Clinical Trials Initial Budgets for Patient Recruitment: Phases of Study

Health & FitnessMedicine

  • Author Lydia Daisy
  • Published November 27, 2012
  • Word count 506

Patient optimization, recruitment and retention, a key determinant of the success of a clinical trial, has always been a challenge. It is becoming more challenging with the increased complexity of clinical trial design, stringent eligibility criteria and the trend toward more targeted patient population. Considering importance of patient recruitment & retention in clinical trials to achieve the business objective but surprisingly, many companies do not dedicate any funds to this activity in the initial budgeting process. In fact, many companies do not plan for patient recruitment at all, believing that patient recruitment will happen some companies invest a lump sum to CROs, SMOs or sites and rely on them to recruit patients.

Pharmaceutical companies know that quick enrollment is essential. To aid in the process, some companies employ patient recruitment companies. Others design creative campaigns specifically aimed at the patient set needed for their trials. Whatever their efforts, the companies that support their site's efforts with good recruitment campaigns, fueled by appropriate budgets, and more success in trial recruitment. This level of support is important because, after all, trial delays lead to product-launch delays which cost money in the long run.

This article en lights on average estimated costs spent by the pharmaceutical companies for patient recruitment for clinical trials from phase I to Phase IV.

Patient Recruitment Budgets

The recruitment pattern for Phase 1 trials is different as well. One Phase 1 patient enrolled is equal to 10 to 20 Phase 3 patients enrolled. This is partly because of the complications that come along with recruiting patients for Phase 1 trials. After all, the primary goals of Phase 1 trials do not include therapeutic benefit and most often require healthy patients. For Phase 3 studies, doctors will bring in patients one at a time, but for a Phase 1 study, they'll bring in 30 at a time because it's not cost-feasible to do one at a time. In phase 1 overall initial budget dedicated for patient recruitment is 0% and 15%, site budget is $10,000 and $800,000 and patient budget is $2,108.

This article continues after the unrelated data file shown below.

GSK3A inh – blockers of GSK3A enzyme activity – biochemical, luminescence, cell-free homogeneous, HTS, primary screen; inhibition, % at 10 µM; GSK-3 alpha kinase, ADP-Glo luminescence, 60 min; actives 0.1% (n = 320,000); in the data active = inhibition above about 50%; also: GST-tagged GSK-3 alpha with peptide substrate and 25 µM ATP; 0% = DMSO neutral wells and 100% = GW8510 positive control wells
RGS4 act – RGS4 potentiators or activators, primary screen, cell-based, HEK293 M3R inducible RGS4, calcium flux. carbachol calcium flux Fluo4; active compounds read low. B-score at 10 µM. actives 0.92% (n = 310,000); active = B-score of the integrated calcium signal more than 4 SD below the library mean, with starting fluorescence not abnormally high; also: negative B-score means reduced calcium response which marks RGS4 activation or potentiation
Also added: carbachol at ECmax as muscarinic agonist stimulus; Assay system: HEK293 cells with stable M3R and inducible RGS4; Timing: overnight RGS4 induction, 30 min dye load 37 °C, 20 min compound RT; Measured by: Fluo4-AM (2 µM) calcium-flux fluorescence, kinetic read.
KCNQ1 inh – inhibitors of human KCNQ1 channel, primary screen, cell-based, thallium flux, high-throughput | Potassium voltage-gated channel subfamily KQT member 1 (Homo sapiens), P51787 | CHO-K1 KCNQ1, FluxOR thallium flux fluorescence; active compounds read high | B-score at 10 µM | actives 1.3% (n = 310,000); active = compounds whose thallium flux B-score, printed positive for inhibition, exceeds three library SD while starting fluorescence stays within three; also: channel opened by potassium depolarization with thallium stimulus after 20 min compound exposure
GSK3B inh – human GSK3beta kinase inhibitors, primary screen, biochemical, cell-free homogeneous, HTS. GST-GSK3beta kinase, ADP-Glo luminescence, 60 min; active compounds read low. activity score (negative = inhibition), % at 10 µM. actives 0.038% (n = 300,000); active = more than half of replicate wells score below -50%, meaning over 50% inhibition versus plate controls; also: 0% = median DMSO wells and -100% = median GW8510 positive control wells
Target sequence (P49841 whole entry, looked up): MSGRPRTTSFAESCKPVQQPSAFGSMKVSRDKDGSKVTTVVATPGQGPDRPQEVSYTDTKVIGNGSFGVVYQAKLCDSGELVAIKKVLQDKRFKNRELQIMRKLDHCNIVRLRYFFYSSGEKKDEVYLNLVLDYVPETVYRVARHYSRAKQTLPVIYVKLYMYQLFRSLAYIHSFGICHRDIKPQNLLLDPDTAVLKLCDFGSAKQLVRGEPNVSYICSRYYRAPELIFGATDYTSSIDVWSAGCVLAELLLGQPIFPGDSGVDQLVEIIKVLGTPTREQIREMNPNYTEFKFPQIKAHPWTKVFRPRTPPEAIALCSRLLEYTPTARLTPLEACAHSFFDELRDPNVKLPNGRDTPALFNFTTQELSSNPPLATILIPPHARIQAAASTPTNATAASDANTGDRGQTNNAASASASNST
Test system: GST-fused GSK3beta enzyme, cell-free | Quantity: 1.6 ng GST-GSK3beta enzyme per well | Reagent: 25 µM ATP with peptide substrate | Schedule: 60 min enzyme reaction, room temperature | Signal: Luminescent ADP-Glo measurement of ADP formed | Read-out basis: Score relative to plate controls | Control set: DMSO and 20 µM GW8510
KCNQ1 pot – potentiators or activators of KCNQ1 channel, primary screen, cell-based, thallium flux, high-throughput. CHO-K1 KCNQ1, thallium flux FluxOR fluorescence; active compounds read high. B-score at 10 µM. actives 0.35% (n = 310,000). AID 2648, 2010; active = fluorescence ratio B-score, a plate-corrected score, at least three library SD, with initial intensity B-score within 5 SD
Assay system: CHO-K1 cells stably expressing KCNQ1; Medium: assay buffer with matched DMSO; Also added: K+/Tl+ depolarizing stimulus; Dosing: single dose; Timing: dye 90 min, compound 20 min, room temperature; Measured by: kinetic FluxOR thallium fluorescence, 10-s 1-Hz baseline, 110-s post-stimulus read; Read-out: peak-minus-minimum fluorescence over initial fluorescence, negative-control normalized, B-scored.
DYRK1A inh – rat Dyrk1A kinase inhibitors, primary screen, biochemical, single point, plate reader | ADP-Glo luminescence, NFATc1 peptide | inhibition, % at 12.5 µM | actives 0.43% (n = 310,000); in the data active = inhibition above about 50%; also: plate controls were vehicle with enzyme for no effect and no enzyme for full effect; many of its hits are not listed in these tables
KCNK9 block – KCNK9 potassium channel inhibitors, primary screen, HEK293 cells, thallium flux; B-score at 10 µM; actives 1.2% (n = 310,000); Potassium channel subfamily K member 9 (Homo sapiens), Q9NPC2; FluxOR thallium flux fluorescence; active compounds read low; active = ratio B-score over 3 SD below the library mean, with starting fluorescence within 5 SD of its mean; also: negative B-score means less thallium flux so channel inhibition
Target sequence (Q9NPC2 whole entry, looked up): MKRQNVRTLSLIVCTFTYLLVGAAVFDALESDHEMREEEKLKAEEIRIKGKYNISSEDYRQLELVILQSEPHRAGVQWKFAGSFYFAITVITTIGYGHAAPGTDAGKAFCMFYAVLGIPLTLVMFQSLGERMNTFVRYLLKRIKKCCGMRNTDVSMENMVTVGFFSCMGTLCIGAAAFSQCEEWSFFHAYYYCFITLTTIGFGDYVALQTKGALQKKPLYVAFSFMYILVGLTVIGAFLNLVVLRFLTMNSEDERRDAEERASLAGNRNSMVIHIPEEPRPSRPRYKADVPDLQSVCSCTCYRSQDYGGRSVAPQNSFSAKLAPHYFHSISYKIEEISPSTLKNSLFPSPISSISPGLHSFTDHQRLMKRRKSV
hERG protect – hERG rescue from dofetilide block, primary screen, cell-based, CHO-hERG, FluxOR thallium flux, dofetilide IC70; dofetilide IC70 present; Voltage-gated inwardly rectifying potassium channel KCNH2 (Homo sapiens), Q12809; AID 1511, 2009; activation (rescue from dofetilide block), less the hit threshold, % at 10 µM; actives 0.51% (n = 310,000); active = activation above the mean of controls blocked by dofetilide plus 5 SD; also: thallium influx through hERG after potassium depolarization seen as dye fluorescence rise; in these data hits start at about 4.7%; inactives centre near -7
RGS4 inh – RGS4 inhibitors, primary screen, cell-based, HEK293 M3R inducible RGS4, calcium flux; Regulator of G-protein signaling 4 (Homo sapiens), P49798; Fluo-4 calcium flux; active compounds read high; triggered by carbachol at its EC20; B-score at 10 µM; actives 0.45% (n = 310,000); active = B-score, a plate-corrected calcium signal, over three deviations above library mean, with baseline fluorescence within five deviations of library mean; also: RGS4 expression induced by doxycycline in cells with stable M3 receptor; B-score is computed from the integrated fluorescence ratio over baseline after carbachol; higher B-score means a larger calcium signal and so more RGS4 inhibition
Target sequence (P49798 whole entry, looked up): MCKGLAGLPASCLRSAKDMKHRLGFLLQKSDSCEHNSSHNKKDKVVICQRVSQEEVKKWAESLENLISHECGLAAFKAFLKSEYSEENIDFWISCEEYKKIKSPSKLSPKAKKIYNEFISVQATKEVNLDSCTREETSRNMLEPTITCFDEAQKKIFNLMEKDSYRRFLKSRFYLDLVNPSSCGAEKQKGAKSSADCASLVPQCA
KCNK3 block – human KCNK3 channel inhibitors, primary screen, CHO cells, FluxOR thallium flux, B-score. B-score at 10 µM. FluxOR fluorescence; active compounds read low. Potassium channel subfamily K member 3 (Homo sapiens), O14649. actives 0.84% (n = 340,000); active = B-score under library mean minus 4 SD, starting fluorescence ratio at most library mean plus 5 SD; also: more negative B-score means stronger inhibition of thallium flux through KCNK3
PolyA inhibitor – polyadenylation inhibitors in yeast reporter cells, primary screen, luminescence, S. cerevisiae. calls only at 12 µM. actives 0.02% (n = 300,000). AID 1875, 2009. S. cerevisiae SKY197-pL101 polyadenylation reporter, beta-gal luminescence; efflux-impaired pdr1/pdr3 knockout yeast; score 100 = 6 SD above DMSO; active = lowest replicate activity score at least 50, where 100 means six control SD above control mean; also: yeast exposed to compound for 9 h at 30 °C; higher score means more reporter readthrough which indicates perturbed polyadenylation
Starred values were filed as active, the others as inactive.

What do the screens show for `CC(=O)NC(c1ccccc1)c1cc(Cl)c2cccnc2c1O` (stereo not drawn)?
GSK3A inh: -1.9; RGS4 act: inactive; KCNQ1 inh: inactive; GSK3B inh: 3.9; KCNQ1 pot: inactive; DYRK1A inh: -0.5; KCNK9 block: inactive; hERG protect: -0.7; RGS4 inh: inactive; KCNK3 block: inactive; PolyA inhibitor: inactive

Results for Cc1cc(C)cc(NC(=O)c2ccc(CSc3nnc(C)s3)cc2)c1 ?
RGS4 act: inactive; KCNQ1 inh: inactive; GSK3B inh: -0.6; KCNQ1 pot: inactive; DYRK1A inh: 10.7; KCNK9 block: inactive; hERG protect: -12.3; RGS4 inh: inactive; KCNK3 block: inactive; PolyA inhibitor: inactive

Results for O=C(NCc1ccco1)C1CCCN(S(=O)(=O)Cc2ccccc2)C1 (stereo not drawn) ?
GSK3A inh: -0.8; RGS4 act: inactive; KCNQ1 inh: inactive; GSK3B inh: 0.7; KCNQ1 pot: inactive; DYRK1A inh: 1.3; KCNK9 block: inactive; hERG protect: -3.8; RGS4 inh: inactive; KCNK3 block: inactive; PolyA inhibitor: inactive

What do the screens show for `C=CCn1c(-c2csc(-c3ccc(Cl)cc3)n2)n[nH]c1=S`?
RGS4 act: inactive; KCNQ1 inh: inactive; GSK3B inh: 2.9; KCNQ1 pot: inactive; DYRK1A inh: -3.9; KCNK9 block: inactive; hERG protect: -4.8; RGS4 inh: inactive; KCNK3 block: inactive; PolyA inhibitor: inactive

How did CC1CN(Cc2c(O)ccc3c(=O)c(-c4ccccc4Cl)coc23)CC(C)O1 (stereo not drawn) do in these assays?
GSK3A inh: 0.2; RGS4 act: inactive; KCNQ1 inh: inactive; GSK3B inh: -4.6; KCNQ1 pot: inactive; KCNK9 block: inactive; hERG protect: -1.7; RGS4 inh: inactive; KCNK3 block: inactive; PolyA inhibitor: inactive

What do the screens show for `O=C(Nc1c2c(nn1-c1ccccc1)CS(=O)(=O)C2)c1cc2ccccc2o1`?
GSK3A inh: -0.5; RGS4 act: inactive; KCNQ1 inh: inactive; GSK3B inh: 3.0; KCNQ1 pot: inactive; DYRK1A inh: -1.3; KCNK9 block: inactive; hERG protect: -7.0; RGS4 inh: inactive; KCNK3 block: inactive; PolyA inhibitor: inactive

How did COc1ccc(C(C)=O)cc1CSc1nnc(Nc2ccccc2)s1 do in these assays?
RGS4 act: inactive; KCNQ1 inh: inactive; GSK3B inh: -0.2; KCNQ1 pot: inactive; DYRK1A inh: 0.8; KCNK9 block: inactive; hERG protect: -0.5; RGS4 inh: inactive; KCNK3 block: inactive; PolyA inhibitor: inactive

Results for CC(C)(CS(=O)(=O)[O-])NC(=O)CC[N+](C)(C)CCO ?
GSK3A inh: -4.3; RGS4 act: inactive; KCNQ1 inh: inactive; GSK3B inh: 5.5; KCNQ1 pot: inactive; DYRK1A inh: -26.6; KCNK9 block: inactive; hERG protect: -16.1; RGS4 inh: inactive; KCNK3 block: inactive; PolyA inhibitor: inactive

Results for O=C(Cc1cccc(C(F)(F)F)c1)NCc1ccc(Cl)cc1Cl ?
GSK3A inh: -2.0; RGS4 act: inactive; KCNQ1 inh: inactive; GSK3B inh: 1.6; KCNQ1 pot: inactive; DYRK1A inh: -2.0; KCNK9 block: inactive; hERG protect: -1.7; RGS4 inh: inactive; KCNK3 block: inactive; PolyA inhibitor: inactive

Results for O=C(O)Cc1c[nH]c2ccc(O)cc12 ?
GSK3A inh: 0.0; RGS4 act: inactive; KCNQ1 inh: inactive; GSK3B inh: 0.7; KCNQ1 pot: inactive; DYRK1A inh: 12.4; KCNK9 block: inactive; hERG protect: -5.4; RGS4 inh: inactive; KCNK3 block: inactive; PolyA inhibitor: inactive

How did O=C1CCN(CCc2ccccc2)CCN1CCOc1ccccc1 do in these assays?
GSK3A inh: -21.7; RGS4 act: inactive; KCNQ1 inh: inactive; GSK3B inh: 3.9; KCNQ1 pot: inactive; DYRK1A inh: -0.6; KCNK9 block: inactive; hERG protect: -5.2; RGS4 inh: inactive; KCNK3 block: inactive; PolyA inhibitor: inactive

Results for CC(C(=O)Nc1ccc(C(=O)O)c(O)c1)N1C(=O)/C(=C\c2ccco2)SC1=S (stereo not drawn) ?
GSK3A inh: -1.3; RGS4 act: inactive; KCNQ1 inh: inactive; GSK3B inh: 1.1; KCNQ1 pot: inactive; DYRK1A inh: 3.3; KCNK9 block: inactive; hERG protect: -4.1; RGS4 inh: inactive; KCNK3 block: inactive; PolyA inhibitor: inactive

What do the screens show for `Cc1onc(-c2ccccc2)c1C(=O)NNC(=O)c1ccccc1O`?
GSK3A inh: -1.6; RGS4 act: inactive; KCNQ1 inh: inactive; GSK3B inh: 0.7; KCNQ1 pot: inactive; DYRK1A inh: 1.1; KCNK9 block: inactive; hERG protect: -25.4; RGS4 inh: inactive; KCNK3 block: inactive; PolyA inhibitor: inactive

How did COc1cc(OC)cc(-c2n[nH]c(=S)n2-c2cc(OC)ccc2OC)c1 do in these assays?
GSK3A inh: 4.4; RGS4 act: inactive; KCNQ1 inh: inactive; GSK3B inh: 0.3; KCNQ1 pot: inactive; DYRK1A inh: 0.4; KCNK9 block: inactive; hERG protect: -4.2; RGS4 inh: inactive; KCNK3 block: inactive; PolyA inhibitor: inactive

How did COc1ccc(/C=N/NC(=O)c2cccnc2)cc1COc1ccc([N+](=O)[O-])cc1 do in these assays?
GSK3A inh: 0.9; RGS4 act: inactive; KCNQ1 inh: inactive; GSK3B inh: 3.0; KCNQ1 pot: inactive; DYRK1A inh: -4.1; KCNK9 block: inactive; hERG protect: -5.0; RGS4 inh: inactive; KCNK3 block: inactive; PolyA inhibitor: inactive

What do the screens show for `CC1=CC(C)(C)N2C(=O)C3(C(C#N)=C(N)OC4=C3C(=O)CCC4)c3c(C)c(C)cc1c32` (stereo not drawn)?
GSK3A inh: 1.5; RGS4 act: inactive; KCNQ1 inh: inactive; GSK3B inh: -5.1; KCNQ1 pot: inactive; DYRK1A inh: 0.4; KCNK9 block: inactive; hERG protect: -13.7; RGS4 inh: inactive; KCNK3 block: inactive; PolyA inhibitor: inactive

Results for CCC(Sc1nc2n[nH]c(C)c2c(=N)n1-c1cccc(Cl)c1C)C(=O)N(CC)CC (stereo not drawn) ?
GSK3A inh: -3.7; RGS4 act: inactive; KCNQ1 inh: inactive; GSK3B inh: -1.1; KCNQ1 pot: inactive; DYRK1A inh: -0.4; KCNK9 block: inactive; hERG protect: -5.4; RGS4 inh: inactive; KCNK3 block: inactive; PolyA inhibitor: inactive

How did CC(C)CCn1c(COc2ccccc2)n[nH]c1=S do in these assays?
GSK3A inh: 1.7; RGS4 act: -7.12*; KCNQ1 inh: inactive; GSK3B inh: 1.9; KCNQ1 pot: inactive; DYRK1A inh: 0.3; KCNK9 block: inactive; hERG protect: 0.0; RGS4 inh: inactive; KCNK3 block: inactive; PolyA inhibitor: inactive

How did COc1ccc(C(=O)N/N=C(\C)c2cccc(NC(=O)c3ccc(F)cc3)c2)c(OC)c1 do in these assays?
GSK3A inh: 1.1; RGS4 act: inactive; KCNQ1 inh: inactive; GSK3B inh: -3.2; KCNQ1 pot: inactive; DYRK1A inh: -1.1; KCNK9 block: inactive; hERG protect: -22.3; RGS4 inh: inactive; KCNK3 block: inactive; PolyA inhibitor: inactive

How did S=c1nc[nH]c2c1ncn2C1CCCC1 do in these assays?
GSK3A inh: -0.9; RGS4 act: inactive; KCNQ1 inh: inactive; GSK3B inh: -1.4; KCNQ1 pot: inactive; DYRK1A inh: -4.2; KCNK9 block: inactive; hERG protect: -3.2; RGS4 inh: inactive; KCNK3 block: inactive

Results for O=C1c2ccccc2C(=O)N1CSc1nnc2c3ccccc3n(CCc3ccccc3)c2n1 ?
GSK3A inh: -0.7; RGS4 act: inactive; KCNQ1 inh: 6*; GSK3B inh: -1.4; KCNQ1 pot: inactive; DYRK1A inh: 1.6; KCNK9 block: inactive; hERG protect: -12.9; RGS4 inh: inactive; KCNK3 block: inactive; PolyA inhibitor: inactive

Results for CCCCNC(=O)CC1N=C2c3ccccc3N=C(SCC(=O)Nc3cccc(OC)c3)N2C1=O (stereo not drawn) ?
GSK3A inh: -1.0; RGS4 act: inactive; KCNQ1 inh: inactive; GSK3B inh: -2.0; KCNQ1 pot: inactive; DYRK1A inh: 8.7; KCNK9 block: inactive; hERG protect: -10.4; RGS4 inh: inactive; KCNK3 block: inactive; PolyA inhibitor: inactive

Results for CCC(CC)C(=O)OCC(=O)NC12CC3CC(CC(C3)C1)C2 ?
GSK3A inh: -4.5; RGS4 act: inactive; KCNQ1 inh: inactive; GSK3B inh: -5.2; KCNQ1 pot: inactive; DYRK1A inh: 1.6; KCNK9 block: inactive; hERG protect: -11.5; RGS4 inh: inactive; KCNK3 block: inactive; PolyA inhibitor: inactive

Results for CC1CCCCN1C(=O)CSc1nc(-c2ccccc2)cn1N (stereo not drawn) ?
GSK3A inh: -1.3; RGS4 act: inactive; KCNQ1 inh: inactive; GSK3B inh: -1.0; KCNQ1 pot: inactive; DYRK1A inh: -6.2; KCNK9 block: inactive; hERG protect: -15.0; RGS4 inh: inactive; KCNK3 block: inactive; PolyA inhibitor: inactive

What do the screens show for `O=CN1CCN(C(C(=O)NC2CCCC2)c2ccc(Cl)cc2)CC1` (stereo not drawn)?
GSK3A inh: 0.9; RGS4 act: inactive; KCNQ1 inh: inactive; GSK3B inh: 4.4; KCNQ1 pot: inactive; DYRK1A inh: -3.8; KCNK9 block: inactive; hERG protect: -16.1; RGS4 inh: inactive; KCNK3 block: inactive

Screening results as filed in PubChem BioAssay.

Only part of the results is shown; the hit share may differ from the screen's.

As companies enter Phase 2 trials, the number of patients required increases, raising the stakes in terms of patient recruitment that overall trial budgets increase for sponsor companies/CROs as well. Along with increases in budgets from Phase 1, the percentage of budgets dedicated to patient recruitment also increases. In phase 2 overall initial budget dedicated for patient recruitment is 50%, site budget is $5,000 to $90,000 and patient budget is $52.

Phase 3 trials generally require a much larger number of patients than either Phase 1 or 2 trials. As such, it is not surprising that overall trial budgets increase significantly over the previous two phases. In phase 3a overall initial budget dedicated for patient recruitment is 50%, site budget is $5,000 to $90,000 and patient budget is $60 and $250. For phase 3b overall initial budget dedicated for patient recruitment is 6% to 20%, site budget is Higher percentage of their budgets to patient recruitment than 3a and patient budget is in line with that of Phase 3a.

Phase 4 trials can vary fairly widely in size and scope. For Phase 4 trial overall initial budget dedicated for patient recruitment is 53%, site budget $1,200 and patient budget is $736.

This article is written by an employee of MakroCare, explaining the budgets spent for patent recruitment from Phase I to Phase IV. MakroCare, established in 1996, is an international Drug Development and Commercialization services firm that is dedicated to support Life Sciences industry.

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